Topochemical and light microscopic investigations of non-enzymatic oxidative changes at the initial decay stage of furfuryl alcohol-modified radiata pine (Pinus radiata) degraded by the brown rot fungus Rhodonia placenta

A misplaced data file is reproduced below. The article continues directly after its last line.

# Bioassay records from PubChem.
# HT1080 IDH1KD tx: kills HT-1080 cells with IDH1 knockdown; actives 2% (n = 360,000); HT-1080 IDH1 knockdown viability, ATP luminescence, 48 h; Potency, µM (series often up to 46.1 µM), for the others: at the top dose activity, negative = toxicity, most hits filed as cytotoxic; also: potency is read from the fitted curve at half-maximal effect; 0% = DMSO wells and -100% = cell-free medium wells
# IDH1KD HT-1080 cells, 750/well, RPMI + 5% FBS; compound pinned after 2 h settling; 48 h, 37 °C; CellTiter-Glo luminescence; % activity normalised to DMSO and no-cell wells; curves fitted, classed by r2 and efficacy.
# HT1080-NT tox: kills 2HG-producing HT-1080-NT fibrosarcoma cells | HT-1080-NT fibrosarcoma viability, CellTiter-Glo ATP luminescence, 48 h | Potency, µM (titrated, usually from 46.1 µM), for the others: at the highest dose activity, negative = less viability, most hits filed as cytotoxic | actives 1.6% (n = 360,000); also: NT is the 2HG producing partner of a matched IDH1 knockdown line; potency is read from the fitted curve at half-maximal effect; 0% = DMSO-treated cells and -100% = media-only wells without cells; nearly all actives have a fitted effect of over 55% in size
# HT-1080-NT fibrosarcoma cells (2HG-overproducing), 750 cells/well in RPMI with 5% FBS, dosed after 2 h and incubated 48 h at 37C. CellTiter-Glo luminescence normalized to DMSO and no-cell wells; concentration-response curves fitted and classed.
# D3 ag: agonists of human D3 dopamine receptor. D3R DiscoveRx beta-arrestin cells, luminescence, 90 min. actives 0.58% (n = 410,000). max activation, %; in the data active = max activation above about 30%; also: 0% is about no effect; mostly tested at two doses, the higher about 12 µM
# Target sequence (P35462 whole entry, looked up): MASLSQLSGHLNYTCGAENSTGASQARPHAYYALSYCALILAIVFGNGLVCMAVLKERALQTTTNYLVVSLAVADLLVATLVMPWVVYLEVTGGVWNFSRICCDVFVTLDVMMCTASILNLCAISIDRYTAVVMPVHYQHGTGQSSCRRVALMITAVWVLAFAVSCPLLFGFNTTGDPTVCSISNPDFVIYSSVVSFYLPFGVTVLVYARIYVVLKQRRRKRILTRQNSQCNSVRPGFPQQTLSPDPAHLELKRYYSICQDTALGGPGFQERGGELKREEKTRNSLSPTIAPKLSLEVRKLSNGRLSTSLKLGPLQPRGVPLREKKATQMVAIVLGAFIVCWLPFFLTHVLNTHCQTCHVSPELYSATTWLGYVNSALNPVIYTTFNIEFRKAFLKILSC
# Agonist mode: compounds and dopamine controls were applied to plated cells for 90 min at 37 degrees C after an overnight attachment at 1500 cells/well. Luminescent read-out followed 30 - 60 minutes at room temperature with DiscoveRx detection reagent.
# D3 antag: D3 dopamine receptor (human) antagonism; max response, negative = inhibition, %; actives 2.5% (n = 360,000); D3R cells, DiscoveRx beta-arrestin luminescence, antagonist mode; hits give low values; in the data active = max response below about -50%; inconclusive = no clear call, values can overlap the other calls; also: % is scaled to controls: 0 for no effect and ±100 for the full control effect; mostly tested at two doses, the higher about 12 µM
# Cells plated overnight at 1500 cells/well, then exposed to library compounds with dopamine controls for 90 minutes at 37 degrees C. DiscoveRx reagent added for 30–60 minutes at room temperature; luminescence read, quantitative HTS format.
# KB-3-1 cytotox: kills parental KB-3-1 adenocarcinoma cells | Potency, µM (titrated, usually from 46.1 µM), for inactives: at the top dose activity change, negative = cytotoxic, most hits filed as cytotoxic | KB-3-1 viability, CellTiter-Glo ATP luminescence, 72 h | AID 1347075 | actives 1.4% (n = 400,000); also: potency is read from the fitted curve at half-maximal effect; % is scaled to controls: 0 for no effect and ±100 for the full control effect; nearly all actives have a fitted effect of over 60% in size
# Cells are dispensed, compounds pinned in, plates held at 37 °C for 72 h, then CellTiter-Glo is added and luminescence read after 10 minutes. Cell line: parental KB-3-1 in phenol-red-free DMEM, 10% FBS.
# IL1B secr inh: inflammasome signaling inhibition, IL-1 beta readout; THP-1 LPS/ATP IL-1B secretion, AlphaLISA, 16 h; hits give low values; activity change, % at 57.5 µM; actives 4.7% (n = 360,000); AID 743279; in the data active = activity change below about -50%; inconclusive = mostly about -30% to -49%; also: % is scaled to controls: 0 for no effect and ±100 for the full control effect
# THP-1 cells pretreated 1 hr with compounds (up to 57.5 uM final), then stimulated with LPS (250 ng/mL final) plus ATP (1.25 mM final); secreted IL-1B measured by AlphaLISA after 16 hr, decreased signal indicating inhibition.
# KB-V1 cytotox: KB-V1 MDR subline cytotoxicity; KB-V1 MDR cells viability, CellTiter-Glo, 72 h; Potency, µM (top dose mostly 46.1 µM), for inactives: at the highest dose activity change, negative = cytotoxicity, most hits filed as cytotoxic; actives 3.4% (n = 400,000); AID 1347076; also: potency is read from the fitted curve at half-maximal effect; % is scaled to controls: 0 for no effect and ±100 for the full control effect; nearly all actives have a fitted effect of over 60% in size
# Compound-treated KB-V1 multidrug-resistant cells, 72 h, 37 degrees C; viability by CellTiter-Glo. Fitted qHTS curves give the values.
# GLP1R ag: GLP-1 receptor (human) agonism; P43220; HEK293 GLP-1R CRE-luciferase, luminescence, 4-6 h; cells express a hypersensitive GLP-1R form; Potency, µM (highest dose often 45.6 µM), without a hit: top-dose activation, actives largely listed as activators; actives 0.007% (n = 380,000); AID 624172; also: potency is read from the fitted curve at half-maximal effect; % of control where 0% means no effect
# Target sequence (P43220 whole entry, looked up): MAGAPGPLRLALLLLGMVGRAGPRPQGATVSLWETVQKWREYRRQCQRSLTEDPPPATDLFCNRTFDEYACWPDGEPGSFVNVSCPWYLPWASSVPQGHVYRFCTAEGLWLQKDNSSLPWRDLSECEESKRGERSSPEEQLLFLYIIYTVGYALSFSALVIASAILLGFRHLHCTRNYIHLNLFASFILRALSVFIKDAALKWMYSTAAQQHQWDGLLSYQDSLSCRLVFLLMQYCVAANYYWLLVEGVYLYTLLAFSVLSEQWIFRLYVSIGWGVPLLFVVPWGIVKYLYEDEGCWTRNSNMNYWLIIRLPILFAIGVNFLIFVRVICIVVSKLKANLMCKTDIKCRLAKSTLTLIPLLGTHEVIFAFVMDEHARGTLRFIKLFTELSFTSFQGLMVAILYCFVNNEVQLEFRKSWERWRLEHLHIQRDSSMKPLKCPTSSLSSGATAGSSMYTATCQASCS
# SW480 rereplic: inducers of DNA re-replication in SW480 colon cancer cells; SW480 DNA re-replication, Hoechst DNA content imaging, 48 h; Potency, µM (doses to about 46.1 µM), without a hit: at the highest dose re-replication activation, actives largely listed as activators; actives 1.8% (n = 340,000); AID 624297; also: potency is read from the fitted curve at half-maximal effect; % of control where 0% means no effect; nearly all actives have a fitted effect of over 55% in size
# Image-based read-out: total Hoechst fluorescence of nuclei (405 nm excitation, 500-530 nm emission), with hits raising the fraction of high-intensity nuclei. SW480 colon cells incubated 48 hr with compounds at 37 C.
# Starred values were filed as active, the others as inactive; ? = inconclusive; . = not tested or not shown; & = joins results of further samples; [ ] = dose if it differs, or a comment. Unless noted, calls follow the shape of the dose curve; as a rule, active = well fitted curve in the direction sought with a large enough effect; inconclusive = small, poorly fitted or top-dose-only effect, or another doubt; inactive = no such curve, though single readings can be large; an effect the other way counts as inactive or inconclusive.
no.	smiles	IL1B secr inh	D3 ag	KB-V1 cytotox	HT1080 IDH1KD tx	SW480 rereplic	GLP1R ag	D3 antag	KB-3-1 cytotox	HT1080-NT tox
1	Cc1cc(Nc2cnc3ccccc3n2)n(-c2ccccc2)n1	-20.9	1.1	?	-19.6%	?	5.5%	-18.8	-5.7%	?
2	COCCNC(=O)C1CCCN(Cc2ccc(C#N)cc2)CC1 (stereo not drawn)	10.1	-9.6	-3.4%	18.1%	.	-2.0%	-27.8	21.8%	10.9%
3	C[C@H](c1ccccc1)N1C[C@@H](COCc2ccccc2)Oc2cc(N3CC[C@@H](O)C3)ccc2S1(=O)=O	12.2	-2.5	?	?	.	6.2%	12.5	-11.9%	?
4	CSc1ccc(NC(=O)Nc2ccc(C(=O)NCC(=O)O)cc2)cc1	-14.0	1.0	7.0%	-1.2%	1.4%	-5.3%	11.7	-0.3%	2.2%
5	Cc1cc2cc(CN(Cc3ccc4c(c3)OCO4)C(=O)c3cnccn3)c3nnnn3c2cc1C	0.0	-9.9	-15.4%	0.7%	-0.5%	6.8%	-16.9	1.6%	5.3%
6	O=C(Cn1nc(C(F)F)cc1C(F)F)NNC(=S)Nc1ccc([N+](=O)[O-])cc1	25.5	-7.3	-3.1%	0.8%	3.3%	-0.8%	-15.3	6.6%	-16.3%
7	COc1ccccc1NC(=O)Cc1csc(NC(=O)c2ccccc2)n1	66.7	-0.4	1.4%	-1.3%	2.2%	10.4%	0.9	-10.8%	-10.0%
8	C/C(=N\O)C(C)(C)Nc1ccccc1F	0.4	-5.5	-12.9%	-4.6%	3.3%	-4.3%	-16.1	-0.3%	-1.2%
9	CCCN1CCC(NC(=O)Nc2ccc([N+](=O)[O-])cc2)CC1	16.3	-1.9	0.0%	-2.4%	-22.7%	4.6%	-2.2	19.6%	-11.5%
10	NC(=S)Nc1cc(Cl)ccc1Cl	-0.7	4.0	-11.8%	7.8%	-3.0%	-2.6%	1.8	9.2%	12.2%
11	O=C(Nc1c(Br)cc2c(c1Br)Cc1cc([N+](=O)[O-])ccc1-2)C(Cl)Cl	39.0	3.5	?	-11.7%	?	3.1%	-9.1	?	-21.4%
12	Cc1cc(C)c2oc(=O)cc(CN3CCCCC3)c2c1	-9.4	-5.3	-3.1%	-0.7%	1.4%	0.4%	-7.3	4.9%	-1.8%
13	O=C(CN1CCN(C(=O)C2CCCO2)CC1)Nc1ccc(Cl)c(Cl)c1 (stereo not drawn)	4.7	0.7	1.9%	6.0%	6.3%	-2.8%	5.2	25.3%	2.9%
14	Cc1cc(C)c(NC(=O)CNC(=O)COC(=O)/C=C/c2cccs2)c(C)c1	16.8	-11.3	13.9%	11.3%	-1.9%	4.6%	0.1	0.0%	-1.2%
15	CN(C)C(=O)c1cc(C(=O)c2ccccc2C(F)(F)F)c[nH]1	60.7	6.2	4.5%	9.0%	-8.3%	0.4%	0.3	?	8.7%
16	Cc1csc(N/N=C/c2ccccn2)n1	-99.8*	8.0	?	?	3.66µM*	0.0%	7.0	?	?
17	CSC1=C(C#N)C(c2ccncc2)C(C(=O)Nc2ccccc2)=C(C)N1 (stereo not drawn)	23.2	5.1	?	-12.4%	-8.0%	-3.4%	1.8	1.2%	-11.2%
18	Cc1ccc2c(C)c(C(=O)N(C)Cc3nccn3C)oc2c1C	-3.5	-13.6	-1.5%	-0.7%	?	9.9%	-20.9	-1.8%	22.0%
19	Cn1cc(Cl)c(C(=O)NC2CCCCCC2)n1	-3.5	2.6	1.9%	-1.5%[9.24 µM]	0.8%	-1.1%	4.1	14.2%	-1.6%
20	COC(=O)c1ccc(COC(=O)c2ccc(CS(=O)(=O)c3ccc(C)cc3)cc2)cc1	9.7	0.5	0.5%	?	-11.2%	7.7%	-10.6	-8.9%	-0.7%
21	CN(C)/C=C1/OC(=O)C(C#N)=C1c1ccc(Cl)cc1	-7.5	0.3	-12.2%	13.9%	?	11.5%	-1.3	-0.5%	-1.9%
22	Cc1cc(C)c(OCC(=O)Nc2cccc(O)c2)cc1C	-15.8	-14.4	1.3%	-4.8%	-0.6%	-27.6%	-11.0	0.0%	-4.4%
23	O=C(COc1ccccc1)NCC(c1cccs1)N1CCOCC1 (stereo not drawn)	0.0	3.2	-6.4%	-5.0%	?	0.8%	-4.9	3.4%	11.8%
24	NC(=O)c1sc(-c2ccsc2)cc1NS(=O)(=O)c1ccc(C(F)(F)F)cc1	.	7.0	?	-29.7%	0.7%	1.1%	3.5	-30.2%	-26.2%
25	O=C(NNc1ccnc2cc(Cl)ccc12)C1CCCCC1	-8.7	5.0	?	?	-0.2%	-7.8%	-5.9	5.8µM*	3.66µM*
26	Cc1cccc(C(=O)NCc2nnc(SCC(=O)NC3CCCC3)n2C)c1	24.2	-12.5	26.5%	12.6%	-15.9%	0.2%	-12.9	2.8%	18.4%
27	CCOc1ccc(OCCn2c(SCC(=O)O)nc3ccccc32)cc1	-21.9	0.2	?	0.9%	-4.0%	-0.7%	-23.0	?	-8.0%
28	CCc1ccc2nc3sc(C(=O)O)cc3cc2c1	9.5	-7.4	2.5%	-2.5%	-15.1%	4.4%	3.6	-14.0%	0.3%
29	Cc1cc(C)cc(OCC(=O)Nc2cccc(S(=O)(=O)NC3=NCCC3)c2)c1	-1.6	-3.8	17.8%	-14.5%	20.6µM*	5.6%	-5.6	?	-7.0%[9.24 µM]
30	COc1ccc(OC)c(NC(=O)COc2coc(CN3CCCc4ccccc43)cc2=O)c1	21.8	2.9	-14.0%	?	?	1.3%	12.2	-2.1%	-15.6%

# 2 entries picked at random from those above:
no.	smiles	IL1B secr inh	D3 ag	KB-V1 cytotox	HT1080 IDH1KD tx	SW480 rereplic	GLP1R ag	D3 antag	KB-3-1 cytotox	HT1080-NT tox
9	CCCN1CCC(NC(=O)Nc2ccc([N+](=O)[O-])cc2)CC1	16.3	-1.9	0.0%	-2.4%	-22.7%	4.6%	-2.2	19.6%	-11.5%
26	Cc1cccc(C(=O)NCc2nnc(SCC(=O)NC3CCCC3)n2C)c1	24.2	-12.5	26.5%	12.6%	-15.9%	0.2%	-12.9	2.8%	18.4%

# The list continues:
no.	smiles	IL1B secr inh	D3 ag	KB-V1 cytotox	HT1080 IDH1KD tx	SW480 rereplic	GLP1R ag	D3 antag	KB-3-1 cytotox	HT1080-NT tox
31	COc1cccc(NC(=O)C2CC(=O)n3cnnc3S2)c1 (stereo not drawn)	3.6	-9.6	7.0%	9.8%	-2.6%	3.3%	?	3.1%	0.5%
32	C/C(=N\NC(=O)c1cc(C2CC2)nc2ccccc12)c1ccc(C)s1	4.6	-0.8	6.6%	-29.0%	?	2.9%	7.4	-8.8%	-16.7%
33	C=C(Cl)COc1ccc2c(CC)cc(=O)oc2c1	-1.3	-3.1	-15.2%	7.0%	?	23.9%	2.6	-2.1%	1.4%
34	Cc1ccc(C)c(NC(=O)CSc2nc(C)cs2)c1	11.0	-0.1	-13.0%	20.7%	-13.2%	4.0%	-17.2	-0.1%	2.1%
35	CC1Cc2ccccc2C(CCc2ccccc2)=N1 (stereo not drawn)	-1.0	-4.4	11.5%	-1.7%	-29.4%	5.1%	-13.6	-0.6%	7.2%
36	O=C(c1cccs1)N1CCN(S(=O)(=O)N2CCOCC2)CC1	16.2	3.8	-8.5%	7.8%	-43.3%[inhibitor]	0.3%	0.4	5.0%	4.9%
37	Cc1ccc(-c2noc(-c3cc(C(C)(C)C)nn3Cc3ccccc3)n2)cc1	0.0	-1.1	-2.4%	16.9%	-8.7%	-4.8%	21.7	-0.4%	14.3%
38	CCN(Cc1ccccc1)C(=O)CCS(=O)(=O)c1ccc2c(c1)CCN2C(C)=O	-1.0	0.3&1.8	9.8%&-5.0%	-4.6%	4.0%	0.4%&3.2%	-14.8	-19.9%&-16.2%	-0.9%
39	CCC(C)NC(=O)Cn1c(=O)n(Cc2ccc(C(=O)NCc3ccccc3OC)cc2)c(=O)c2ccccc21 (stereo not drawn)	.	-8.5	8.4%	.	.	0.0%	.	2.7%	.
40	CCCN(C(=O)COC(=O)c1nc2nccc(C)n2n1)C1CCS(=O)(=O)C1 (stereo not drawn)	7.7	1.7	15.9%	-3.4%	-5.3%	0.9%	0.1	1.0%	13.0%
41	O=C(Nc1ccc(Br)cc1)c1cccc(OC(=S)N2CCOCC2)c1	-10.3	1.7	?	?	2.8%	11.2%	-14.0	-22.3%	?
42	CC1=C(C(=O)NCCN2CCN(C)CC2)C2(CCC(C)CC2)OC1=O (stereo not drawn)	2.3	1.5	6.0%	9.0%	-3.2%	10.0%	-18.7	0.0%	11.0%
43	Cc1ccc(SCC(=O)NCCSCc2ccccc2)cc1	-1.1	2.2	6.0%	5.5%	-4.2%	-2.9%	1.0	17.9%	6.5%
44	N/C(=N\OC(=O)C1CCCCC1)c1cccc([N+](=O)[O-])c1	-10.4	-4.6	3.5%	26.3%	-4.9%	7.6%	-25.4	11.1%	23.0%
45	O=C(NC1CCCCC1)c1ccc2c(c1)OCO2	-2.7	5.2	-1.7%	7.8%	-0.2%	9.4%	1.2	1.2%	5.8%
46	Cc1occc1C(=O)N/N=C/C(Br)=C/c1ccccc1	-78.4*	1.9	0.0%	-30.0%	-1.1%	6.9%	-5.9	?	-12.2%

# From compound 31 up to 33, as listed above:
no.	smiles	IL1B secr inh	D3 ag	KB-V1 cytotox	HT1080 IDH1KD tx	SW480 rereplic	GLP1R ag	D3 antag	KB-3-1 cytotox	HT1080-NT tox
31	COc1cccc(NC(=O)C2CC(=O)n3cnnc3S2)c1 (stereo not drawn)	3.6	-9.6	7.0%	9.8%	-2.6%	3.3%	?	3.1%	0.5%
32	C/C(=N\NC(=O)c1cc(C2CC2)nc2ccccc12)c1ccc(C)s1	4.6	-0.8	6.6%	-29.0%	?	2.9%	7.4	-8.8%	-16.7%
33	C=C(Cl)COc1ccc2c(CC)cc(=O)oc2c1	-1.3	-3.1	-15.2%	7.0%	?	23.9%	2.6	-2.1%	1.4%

The aim of this study was to visualize non-enzymatic oxidative degradation damages in the initial decay stage of the brown rot fungus Rhodonia placenta degradation in furfuryl alcohol (FA) modified wood cell walls and untreated wood cell walls of radiata pine (Pinus radiata) sapwood. A decay test with small wood blocks (1.5 × 1.5 × 5 mm³) of untreated and furfurylated radiata pine selected from two different furfurylation processes was performed until the first mass loss occurred. The samples were exposed to the brown rot fungus R. placenta, monitored by light microscopy and analyzed topochemically by cellular UV microspectrophotometry (UMSP). The results showed that the FA modification process directly influenced: i) the fungal colonization and hyphal growth, ii) the spectral UV behavior, and iii) degradation patterns of the entire cell wall layers. For the first time, UMSP area scans and selective line scans of individual cell wall regions provide topochemical insights into oxidative degradation at the initial decay stage of furfuryl alcohol-modified P. radiata visualizing oxidative degradation in situ. Knowledge of the initial decay stage of brown rot degradation in FA-modified wood compared to untreated wood extends our understanding of the brown rot decay processes of cell wall compounds.
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